“mv */sbin/* */bin/”? (was: Proper shebang for python3)

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Thomas 'PointedEars' Lahn

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Jul 28, 2019, 2:45:20 PM7/28/19
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Eli the Bearded wrote:
^^^^^^^^^^^^^^^
Please post here using your real name.

> In comp.lang.python, Thomas 'PointedEars' Lahn <use...@PointedEars.de>
> wrote:

Attribution _line_, not attribution novel.

>> Michael Torrie wrote:
>>> On 7/24/19 4:20 PM, Cameron Simpson wrote:
>>>> That is some progress, hooray. Then there's just sbin -> bin to go.
>>> I suppose in the olden days sbin was for static binaries, […]
>> No, “sbin” is short for “*system* binaries” which in general only the
>> superuser should be able to execute.
>
> I think Michael is confusing "sbin" with the statically linked utilities
> some systems (particularly older ones, but also FreeBSD in /rescue/)
> have for repairing the system when things start to go bad. You'd want
> a shell (sh is great), a basic editor (eg, eg), and a smattering of
> other tools, akin to the ones listed as "must be in /sbin" in your
> linuxfoundation link.

ACK.

> But more than a few utilities in /sbin are useful for non-superusers.
> Eg ip or ifconfig for informational purposes like identifying current
> IP address and getting MAC.

ACK. But what appears useful for a non-superuser can be viewed as
compromising system security, or opening ways to make that easier,
by superusers/system administrators.

Keep in mind that originally, and in fact still due to servers on the
Internet, the majority of Unices have not been/are not only used by one
person each which is both a non-superuser and a superuser of the computer
system:

<https://en.wikipedia.org/wiki/Usage_share_of_operating_systems>

>> Which is why the above is a Very Bad Idea[tm].
>
> Why? Programs that can *only* be usefully run by a privileged user
> or in a system context (eg halt or getty) already *must* prevent non
> privileged use. So why would it be a Very Bad Idea[tm] to have them in
> a common directory like /bin/?

Because that a file should only or usually be executed by a superuser does
not imply that the owner of that file must be a superuser, or that it has
execute permission only for one superuser group or more, and vice-versa.

Also, it is easier to keep files that usually should only be executed by
a superuser in a separate directory, so that they are not immediately
available or listed to or for other users [e.g. in shell command resolution
(along PATH), in a directory listing, or in tab completion].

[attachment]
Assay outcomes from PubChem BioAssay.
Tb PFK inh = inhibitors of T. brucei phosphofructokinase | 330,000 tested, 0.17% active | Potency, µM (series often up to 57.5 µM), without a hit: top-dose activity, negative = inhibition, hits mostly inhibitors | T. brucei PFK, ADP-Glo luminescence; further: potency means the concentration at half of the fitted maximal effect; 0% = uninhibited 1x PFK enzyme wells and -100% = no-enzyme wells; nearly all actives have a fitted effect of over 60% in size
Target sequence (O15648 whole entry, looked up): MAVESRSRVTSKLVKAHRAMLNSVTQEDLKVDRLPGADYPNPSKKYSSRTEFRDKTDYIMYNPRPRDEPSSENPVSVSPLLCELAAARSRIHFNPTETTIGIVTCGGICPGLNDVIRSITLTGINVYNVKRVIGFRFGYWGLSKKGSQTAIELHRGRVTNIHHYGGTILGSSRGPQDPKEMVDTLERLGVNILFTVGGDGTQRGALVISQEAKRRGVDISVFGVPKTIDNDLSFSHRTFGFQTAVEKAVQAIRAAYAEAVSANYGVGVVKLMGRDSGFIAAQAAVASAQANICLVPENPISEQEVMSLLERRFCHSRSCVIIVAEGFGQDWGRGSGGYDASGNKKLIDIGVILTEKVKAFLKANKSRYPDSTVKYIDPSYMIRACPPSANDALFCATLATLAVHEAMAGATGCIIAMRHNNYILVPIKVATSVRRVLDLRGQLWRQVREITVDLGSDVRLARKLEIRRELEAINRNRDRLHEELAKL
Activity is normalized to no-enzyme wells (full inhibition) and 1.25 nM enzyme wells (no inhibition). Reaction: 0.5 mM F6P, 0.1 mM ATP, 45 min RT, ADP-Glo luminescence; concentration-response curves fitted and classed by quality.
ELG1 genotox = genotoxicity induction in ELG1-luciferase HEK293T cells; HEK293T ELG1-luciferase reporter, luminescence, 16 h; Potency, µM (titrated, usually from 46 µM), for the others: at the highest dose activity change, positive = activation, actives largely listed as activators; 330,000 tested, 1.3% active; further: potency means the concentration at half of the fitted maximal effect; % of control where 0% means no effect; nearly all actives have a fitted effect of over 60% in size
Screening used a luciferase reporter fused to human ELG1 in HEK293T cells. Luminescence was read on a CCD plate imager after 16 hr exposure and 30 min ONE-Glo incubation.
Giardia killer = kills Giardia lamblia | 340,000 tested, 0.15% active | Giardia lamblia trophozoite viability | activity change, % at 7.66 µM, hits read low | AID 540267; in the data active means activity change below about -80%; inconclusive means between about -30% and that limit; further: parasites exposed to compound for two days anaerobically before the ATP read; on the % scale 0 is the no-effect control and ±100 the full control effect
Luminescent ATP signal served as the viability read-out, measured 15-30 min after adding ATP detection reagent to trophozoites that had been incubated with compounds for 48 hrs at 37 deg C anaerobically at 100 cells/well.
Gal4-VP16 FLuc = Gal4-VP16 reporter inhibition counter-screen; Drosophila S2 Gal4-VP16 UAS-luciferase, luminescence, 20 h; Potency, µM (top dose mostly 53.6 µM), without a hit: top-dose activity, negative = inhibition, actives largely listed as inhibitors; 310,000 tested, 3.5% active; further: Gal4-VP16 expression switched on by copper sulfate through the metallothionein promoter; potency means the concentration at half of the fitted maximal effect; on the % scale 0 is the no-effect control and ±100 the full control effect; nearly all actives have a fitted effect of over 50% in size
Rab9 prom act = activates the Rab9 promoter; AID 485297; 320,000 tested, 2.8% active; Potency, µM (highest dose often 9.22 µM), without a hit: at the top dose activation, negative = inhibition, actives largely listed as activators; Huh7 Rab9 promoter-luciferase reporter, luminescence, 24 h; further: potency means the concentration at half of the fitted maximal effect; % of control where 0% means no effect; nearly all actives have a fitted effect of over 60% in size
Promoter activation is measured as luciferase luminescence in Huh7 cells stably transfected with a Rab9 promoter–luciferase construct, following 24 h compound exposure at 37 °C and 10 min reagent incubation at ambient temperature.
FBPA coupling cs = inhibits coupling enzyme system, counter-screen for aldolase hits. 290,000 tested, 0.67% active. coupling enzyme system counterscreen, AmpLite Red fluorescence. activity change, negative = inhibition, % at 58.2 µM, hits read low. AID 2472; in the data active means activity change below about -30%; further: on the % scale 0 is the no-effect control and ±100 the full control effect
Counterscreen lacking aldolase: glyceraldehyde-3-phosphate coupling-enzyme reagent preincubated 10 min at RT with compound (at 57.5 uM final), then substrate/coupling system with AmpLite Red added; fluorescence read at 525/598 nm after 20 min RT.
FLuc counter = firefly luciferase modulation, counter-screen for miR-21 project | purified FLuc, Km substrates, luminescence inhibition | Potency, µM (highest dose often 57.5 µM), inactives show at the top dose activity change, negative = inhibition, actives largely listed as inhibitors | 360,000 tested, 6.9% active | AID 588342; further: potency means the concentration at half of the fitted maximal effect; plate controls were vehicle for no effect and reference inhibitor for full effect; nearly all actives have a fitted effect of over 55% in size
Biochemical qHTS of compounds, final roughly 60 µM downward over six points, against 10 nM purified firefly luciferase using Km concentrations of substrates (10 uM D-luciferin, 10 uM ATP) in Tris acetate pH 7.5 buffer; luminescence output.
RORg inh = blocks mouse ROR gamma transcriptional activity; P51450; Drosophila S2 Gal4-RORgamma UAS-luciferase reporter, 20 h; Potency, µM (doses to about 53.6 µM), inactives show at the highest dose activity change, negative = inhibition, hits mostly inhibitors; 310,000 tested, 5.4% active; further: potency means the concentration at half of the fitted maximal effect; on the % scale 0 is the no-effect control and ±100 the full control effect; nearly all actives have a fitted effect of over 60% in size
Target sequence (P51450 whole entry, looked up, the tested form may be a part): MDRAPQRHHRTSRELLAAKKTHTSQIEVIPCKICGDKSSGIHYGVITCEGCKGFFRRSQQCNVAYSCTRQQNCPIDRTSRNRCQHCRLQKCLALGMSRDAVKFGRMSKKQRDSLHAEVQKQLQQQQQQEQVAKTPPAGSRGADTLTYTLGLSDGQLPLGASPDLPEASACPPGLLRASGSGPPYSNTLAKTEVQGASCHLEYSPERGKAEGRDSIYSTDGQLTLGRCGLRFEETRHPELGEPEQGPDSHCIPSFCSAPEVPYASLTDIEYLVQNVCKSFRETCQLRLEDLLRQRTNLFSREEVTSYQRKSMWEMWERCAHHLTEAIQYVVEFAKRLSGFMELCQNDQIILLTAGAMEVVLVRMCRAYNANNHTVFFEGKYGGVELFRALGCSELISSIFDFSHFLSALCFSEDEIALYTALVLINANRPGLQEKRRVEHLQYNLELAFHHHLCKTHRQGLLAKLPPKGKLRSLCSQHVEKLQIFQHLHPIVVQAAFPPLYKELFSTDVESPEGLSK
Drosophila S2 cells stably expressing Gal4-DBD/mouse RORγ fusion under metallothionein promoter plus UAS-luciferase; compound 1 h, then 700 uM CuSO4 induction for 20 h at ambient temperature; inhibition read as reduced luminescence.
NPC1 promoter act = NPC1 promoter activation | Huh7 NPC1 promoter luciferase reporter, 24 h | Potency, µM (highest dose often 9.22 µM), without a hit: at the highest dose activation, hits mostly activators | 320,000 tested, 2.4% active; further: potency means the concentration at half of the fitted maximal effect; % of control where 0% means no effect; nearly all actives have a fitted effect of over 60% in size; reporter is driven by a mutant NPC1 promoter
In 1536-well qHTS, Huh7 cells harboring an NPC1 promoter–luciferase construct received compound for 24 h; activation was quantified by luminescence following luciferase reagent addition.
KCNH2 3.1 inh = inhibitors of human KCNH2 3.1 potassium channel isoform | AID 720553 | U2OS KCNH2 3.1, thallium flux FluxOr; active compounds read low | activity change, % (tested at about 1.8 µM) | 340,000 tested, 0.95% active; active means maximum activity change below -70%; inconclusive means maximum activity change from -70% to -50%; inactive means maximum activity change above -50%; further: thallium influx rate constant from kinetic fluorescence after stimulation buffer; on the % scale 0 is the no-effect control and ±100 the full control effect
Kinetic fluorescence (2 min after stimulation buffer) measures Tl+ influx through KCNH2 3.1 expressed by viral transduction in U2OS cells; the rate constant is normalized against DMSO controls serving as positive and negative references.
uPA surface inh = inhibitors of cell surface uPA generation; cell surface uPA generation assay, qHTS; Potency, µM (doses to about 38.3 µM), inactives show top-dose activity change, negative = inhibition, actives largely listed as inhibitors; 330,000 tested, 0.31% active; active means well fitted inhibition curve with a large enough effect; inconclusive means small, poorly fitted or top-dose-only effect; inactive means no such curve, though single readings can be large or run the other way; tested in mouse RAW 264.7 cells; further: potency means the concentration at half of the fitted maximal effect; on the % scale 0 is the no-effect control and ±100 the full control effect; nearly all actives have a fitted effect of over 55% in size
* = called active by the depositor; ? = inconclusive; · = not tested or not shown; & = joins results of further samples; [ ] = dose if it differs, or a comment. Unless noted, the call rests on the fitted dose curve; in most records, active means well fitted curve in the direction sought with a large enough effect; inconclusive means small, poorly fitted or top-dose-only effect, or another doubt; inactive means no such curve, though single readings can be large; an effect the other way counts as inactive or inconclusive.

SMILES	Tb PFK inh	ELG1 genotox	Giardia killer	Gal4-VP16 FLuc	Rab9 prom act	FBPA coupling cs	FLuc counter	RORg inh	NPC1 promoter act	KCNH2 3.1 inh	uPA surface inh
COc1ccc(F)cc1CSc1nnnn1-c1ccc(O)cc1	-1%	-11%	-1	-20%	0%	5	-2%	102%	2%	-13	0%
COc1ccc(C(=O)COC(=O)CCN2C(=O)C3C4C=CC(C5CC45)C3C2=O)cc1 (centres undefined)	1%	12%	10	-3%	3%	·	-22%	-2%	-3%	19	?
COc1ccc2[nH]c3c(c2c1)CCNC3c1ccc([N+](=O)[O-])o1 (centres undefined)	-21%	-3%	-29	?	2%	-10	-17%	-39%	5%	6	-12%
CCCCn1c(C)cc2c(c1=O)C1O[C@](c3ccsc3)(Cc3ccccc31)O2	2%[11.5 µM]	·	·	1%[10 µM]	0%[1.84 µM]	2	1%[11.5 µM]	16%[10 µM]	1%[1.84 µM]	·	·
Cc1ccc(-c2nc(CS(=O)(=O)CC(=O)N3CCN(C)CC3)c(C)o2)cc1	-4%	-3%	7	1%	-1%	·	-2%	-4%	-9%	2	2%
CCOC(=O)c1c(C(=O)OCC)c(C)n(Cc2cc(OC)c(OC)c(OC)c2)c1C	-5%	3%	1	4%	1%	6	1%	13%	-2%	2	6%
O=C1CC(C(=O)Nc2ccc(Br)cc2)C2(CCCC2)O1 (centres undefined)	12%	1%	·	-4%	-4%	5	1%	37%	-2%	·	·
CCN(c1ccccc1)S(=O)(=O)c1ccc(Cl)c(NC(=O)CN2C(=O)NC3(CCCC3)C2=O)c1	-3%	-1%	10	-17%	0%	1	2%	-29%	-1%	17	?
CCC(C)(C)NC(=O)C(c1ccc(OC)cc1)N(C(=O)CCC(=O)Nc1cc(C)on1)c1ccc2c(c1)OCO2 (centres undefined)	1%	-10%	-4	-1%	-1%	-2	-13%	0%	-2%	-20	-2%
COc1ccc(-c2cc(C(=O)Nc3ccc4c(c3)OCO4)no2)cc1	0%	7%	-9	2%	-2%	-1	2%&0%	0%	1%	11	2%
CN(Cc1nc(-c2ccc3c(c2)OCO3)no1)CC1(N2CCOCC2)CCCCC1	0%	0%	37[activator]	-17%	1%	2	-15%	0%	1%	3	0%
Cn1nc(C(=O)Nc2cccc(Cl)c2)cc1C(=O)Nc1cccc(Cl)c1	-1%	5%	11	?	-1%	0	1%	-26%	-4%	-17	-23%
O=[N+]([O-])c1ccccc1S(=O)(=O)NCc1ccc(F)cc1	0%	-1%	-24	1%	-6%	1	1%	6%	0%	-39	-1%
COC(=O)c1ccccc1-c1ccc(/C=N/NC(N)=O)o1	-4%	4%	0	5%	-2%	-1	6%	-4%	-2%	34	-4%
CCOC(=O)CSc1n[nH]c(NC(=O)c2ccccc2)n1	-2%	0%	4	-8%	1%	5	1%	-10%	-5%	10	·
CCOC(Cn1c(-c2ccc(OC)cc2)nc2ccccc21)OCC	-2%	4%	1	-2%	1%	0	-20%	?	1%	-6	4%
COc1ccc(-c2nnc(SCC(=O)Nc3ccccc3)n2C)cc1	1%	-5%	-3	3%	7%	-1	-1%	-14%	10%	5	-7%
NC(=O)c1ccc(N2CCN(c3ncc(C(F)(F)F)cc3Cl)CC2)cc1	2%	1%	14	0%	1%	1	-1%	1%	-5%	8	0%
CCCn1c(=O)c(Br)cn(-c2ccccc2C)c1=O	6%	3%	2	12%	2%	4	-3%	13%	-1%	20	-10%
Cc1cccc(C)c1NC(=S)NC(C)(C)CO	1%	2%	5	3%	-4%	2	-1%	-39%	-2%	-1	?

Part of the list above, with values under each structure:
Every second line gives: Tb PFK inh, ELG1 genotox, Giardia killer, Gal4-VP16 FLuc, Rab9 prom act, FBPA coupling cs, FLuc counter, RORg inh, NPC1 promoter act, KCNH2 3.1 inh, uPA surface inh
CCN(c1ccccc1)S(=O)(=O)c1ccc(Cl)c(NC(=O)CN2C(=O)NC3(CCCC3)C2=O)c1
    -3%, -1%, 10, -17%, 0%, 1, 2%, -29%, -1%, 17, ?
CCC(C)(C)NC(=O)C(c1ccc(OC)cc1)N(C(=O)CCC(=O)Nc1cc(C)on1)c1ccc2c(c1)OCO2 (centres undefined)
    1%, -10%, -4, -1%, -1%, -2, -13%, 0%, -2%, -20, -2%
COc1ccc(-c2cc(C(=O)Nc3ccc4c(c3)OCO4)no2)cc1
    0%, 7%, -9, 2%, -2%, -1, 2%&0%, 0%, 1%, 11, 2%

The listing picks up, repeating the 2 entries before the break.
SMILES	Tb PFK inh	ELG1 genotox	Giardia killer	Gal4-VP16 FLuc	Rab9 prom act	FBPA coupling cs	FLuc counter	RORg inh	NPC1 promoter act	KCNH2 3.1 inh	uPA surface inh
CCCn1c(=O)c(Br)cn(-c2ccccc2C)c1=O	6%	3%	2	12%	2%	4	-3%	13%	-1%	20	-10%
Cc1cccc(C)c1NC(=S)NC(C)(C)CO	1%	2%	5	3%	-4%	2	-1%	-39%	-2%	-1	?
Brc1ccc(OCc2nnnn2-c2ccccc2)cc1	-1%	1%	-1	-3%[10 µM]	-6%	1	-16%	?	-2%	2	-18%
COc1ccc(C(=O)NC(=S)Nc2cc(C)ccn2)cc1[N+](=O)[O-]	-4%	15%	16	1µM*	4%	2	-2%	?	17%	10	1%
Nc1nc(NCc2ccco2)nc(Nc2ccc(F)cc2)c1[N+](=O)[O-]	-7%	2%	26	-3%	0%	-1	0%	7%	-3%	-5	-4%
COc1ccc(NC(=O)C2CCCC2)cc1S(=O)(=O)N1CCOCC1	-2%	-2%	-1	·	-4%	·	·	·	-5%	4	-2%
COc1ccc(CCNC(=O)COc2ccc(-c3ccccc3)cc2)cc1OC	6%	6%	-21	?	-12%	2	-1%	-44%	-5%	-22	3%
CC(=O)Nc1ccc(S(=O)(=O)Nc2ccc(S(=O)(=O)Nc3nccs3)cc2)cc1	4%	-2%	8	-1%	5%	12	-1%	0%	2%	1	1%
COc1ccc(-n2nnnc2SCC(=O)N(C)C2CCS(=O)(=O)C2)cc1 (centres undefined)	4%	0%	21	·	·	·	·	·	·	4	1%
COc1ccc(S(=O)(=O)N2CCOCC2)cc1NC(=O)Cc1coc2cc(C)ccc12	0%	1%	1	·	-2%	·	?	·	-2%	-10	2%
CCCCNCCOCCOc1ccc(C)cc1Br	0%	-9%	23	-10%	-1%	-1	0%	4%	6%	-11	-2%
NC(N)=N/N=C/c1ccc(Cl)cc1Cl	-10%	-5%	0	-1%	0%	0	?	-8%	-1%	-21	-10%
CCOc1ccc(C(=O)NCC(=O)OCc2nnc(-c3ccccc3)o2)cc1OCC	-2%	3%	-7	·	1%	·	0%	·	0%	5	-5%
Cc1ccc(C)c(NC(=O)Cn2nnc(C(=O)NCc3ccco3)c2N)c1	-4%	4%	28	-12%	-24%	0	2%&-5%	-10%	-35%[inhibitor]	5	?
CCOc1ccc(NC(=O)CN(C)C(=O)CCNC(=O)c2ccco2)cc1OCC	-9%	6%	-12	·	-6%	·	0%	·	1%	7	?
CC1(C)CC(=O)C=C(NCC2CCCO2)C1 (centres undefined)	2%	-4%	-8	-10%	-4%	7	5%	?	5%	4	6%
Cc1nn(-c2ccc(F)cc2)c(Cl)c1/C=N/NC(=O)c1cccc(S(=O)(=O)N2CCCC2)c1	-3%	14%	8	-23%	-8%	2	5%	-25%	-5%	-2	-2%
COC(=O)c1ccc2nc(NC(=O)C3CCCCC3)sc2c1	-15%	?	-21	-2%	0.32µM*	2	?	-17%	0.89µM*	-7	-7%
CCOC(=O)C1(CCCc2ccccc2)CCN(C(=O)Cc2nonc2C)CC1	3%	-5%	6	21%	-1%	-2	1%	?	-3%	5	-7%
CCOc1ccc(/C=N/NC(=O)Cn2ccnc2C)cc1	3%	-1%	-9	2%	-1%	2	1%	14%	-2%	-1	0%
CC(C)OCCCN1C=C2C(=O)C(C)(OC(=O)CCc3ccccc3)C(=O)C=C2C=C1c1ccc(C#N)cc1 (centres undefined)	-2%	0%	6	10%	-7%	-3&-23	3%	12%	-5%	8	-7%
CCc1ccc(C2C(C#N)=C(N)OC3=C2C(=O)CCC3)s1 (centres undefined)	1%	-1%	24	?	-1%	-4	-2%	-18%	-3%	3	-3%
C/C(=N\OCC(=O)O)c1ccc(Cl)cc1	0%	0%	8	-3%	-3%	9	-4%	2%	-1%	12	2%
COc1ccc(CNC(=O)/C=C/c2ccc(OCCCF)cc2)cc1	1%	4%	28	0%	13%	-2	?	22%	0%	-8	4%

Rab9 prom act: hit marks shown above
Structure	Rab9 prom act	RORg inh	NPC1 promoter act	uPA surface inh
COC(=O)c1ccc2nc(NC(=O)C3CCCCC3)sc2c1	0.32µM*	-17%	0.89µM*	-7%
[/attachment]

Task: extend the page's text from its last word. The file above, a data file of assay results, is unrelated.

> (Feel free to crosspost and set follow-ups to another group if you like.
> But I would suggest *not* a Linux group, since this is something general
> to all Unix-likes.)

ACK. X-Post & F’up2 comp.unix.misc.

--
PointedEars

Twitter: @PointedEars2
Please do not cc me. /Bitte keine Kopien per E-Mail.

Keith Thompson

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Jul 28, 2019, 3:43:03 PM7/28/19
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Thomas 'PointedEars' Lahn <Point...@web.de> writes:
> Eli the Bearded wrote:
> ^^^^^^^^^^^^^^^
> Please post here using your real name.
>
>> In comp.lang.python, Thomas 'PointedEars' Lahn <use...@PointedEars.de>
>> wrote:
>
> Attribution _line_, not attribution novel.

Please don't make up arbitrary nonexistent rules. Usenet has no real
name requirement, and there's nothing wrong with the attribution line
you're complaining about.

[...]

--
Keith Thompson (The_Other_Keith) ks...@mib.org <http://www.ghoti.net/~kst>
Will write code for food.
void Void(void) { Void(); } /* The recursive call of the void */

Thomas 'PointedEars' Lahn

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Jul 28, 2019, 4:12:09 PM7/28/19
to
Keith Thompson wrote:

> Thomas 'PointedEars' Lahn <Point...@web.de> writes:
>> Eli the Bearded wrote:
>> ^^^^^^^^^^^^^^^
>> Please post here using your real name.
>>
>>> In comp.lang.python, Thomas 'PointedEars' Lahn <use...@PointedEars.de>
>>> wrote:
>>
>> Attribution _line_, not attribution novel.
>
> Please don't make up arbitrary nonexistent rules.

I did not; I made a request.

> Usenet has no real name requirement,

But I have; it is called courtesy, a concept that apparently you are not
very familiar with: